Writer Rosemary Jenkinson on Here Comes The Night, Aphrodite's Kiss and Van Morrison

Rosemary Jenkinson has just launched a new play and a new book. The Belfast writer talks to Brian Campbell about Van Morrison, short stories and her 'culture comedy' Here Comes The Night, a play of two halves set in 1966 and 2016

Rosemary Jenkinson's new play is a 'culture comedy' set in east Belfast in 1966 and 2016

PLAYWRIGHT Rosemary Jenkinson’s last Lyric-produced play – White Star of the North – came out in 2012 to mark the centenary of the sinking of the Titanic, while her latest Lyric show (Here Comes the Night) harks back to 1916 – via 1966 and the present day.

It's a play of two halves – the first set in 1966, the second in 2016. Featuring a cast of five, the common denominator in both halves is the east Belfast house in which it's set.

In the 60s it’s home to Catholic couple Vincent and Mary (Michael Condron and Kerri Quinn) and in the present day it’s owned by Jim (Condron again) and his Polish wife Marta (Susan Davey).

“I discussed it with Jimmy Fay [executive producer at the Lyric] and we thought it would be great to tie this play in with all the 1916 commemorations,” says Jenkinson, who grew up in east Belfast.

“In 1966 a lot of people in Belfast were basically told to leave their houses, so you had this huge population shift that started then. I wanted to write about a house in two eras and I was thinking about the memories that a house bears.

“There are so many differences between the two eras. The main character in the first half [Vincent] is a male writer and it was more of a male world then. Now there are female writers like myself coming through, but in those days [the 60s] that would have been much harder.

“Areas were more mixed [in terms of Protestant and Catholic housing] before the Troubles, but now we have people from different countries coming in.”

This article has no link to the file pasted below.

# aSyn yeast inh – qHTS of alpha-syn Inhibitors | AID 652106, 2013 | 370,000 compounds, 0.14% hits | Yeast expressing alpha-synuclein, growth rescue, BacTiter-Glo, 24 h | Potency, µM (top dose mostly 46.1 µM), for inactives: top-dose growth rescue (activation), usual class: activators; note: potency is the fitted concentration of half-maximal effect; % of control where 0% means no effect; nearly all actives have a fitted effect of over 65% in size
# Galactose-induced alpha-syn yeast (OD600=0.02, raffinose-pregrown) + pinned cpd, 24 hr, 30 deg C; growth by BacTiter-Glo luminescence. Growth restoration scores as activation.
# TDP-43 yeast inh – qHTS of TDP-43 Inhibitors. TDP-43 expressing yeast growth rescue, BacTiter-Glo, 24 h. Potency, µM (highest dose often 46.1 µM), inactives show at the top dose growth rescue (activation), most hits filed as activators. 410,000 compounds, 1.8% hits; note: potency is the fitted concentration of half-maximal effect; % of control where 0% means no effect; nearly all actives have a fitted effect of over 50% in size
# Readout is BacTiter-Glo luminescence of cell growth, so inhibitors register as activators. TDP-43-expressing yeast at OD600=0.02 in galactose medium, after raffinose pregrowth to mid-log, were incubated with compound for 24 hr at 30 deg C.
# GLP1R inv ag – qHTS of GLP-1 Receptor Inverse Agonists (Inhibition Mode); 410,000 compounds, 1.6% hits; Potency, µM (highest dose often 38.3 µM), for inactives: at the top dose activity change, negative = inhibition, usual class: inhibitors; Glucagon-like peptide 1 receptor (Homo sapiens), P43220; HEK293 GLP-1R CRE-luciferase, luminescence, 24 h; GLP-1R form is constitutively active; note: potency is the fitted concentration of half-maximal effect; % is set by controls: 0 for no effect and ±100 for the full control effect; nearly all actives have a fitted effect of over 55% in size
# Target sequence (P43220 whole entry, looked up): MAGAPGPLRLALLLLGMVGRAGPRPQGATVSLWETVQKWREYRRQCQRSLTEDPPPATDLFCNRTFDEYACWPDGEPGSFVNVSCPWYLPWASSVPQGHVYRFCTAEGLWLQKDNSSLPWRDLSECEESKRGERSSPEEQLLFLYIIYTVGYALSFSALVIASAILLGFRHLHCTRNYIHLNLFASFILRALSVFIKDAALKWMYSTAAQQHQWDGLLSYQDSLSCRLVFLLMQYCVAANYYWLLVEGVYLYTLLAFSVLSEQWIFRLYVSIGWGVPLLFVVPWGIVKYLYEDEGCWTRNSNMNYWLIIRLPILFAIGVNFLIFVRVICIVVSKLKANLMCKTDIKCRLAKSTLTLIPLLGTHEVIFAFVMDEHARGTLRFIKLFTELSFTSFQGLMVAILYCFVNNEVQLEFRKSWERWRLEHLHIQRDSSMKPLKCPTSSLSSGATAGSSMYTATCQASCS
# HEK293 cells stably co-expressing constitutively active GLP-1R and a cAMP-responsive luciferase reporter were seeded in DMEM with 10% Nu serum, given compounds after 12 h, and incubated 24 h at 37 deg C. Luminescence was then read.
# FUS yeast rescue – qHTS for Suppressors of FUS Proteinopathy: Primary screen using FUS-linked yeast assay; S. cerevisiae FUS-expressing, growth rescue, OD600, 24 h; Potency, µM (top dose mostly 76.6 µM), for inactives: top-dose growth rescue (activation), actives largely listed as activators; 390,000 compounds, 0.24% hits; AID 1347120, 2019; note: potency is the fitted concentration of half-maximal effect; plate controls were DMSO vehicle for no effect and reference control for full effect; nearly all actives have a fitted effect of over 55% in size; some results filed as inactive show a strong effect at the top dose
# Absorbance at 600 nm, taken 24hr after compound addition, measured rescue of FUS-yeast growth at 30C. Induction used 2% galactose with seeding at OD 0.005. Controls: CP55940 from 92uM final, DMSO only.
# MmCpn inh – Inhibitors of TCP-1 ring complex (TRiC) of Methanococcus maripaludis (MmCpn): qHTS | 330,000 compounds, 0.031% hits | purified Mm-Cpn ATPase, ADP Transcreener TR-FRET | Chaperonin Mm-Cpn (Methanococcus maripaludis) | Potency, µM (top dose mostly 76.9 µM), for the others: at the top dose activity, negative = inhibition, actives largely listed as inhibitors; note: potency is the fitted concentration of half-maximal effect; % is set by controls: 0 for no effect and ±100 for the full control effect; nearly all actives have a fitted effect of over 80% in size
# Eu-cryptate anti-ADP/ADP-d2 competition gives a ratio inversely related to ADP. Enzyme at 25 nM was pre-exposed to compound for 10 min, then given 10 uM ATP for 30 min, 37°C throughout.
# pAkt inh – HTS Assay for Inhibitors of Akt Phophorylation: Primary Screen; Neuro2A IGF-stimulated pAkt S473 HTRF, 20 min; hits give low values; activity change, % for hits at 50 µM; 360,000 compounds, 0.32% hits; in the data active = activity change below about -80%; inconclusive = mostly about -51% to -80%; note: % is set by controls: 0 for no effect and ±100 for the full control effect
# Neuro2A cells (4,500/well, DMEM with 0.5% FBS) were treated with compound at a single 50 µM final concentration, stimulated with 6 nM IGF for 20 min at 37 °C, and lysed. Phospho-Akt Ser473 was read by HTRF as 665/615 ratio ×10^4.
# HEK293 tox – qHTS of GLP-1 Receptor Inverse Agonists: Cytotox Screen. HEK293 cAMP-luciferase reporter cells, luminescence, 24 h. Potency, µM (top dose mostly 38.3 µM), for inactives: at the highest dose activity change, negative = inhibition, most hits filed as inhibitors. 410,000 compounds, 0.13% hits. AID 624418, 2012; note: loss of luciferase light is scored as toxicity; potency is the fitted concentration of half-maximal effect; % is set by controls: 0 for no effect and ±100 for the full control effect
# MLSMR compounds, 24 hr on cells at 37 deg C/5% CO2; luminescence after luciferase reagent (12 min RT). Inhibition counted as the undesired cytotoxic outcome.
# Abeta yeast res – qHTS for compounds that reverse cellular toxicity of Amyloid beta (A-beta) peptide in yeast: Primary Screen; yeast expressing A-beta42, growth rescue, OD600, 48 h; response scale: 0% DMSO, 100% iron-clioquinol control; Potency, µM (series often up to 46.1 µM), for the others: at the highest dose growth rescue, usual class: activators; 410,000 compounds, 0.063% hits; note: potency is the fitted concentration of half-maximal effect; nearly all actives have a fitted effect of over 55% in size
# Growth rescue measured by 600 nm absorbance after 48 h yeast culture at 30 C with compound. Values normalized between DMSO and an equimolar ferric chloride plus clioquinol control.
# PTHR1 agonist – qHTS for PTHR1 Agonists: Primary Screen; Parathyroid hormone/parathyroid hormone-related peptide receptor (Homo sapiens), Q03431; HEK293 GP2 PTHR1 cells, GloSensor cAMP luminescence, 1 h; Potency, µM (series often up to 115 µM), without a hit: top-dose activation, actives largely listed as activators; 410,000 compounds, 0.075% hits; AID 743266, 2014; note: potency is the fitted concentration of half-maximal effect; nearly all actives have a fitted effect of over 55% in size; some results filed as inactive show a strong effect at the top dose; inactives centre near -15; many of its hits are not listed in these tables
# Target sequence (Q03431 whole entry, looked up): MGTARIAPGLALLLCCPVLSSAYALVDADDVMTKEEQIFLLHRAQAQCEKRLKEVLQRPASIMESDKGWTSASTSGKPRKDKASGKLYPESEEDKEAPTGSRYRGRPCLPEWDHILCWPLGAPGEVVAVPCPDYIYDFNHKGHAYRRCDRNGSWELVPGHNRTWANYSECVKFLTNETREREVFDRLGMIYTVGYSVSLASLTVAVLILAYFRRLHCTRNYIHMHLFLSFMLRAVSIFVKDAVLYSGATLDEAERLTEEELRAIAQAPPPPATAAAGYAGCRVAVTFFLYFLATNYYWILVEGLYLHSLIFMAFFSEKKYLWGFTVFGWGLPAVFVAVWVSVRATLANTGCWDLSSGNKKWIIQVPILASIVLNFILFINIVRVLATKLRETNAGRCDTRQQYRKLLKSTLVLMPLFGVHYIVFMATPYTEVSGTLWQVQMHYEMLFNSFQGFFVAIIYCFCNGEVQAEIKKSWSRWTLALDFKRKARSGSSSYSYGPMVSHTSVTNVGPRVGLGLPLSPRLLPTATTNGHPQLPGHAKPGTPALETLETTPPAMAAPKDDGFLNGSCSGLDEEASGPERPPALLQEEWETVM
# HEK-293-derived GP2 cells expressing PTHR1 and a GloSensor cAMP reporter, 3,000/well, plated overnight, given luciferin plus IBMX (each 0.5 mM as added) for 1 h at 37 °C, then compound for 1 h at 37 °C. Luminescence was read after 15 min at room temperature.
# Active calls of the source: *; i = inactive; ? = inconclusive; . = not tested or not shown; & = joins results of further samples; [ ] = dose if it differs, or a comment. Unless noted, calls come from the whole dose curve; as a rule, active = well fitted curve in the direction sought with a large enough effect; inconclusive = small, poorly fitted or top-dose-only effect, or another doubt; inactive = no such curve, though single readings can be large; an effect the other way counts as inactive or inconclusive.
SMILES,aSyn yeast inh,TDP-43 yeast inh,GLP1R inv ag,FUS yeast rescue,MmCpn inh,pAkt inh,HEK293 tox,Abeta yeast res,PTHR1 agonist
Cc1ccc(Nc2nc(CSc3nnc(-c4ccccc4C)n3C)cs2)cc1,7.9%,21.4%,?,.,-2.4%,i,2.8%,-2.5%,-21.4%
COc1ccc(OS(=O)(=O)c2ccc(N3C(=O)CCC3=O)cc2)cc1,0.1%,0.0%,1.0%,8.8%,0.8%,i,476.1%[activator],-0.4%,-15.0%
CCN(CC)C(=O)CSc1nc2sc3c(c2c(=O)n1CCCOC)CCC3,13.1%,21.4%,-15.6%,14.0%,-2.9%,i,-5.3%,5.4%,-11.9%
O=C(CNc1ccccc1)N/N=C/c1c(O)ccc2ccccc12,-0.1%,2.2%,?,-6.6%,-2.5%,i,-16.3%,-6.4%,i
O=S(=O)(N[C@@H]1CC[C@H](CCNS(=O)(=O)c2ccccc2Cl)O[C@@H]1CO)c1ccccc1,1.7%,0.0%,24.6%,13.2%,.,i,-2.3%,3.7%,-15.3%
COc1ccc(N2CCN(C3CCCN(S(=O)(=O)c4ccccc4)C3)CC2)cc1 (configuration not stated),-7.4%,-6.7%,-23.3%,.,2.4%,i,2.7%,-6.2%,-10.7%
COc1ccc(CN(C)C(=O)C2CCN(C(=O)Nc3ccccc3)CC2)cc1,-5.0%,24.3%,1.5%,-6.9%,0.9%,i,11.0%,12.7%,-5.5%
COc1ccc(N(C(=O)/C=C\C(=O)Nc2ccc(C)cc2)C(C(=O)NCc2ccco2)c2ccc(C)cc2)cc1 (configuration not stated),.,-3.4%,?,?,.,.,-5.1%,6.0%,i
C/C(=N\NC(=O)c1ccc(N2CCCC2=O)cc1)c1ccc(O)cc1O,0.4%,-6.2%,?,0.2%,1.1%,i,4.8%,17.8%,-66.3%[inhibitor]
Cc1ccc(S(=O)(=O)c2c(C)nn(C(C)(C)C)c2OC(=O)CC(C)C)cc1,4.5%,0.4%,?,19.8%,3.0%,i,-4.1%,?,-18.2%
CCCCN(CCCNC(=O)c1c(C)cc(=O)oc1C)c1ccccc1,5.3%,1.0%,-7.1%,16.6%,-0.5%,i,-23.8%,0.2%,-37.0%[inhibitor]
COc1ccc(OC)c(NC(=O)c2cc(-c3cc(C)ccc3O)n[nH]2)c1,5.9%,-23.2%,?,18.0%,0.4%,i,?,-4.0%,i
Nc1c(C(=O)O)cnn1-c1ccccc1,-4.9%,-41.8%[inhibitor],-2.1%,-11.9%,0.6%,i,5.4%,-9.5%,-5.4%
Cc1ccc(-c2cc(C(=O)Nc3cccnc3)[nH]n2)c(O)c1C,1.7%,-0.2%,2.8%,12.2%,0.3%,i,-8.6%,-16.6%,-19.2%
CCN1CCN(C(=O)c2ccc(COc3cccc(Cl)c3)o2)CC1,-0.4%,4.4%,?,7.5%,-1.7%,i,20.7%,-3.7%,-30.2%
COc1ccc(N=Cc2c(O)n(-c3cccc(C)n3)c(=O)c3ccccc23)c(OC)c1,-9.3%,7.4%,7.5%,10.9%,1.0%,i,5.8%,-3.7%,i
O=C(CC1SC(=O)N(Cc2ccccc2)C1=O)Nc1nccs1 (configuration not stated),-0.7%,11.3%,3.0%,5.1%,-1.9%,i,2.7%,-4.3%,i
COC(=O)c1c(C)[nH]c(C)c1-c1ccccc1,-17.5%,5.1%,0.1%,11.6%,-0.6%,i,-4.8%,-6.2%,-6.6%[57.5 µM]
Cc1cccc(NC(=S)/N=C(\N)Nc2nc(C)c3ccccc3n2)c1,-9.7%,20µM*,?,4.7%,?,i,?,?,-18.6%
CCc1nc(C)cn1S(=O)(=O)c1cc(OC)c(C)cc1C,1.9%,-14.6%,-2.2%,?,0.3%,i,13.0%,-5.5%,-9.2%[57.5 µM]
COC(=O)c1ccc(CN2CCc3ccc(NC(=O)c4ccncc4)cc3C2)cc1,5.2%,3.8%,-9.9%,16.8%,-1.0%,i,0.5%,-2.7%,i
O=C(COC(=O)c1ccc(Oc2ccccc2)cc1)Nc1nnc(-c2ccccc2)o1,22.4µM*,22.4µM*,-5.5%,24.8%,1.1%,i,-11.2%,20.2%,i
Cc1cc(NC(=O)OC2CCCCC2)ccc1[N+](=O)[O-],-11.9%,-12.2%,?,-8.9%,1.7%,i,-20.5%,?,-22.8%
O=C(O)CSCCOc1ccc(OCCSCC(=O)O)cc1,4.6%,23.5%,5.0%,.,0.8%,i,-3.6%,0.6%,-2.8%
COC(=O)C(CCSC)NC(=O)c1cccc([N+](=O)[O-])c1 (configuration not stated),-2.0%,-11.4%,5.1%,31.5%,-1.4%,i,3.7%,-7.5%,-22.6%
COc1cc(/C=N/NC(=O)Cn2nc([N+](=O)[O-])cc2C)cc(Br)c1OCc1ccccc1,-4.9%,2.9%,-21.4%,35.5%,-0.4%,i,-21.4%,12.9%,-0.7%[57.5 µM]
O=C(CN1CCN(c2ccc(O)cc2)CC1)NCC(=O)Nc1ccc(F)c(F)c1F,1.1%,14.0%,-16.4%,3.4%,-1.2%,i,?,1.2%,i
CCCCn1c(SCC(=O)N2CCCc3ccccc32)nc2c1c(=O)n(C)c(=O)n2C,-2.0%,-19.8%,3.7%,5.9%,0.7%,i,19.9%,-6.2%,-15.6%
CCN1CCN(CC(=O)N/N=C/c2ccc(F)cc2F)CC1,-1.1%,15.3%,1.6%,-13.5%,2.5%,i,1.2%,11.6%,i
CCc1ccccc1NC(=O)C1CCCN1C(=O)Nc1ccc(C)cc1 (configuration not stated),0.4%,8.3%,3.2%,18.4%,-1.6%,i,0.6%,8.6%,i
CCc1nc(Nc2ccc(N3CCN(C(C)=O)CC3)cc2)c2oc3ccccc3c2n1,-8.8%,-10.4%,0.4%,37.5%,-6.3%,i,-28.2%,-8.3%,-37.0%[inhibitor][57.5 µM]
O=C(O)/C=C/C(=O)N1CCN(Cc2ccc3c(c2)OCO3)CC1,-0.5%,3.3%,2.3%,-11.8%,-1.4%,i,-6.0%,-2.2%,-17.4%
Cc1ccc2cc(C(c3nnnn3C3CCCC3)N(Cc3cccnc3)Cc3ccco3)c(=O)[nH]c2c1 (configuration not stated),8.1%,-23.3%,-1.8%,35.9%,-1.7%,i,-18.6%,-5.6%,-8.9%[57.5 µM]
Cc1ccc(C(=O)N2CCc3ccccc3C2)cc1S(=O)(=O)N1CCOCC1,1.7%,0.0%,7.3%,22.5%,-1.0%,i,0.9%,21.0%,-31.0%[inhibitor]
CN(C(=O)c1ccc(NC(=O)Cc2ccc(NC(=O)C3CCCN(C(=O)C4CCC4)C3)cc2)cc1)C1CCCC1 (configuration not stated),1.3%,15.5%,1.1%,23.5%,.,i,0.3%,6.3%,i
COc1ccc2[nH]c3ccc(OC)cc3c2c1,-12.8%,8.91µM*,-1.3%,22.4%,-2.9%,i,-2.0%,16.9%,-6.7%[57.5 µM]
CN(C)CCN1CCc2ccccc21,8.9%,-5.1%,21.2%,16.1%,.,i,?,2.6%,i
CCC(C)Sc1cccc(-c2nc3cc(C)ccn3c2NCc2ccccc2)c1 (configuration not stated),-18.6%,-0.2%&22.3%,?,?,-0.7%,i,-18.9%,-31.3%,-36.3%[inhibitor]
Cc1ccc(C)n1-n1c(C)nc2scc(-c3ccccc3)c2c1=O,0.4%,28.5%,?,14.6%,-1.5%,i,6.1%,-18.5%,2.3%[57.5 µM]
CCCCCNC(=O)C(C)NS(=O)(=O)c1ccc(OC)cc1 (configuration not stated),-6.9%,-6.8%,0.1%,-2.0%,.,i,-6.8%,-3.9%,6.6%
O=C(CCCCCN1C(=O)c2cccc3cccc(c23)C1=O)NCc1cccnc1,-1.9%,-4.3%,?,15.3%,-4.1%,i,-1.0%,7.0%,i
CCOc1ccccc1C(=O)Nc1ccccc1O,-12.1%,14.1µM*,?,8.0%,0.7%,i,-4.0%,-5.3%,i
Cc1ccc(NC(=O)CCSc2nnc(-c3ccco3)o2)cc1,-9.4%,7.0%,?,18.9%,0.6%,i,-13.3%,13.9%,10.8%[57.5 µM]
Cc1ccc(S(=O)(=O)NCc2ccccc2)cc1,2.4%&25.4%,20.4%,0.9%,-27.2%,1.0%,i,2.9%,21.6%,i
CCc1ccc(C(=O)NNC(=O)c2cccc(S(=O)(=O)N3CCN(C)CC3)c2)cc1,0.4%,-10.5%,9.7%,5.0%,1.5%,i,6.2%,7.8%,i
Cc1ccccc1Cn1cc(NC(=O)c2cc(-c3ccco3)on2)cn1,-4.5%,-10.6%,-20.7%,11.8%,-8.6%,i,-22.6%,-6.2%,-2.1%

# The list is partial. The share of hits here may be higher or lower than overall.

Marta finds herself caught up in the 'them and us’ scenario because not only is she an 'outsider’, but also a Catholic and someone who in her role as a community worker is involved in the present day in welcoming Syrian refugees to Belfast.

“Marta has been here for a few years and has basically settled here. She finds herself being dragged back into the past; a past that has nothing to do with her, but once you live in these streets you’re in it,” says the writer.

In 1966, the character Vincent Gallagher was writing a short story about the Easter Rising 50 years previously, while in 2016 we have the culture minister (Donna, played by Kerri Quinn) and Boyd (played by Niall Cusack) from the Ulster Historical Society wanting to put a blue plaque outside Jim and Marta’s house to commemorate Gallagher.

“Political people now like to use the past for their own ends. They can forget and wipe out parts of history, but they love commemorations – there’s nothing they love more. It’s using the past for self-promotion,” says Jenkinson.

While Cusack plays a Catholic priest in the first half of the play, Thomas Finnegan plays postman Freddie; Jenkinson says Finnegan’s turns as Freddie (and Dean in the second half) provide some comic relief in a play that tackles the serious issues of sectarianism and racism. A short story writer herself, Jenkinson based some of writer Vincent’s traits on herself.

“That part is autobiographical because I know those frustrations about not getting work out there. But because he’s writing about 1916 [in 1966], it’s inflammatory stuff, so you get a paranoia that what you’ll write will upset people.”

Jenkinson is complimentary about the cast at the Lyric.

"Kerri Quinn is brilliant as Donna. She gives it some welly. The whole cast is fantastic,” she says.

The play’s title is taken from the 1965 song by Them, the band fronted by Van Morrison.

“I think there’s about as much chance of the culture minister turning up to see the play as there is Van the man,” she laughs. “But music is a huge part of the play. Jimmy Fay is very big into his music, particularly 60s music, so he designed the soundtrack. There’s a real 60s vibe.”

It’s now a decade since Jenkinson’s play The Bonefire – dubbed 'a comedy of manners amongst the sectarian classes’ – was staged.

“I thought I was a new writer, but I’m starting to think that some of my work is historical now,” she laughs. She’s currently working on a play for The Abbey in Dublin.

Jenkinson has also just published her second collection of short stories – Aphrodite’s Kiss.

“It’s been 12 years since the last one. Like Vincent in the play, I’m not very productive when it comes to short stories; I’m more productive with plays. So last week I had two launches – the book and the play. This week is going to be an anticlimax.”

Here Comes The Night runs at the Lyric Theatre in Belfast until May 14. For tickets see Aphrodite’s Kiss and Further Stories is out now, published by Whittrick Press.

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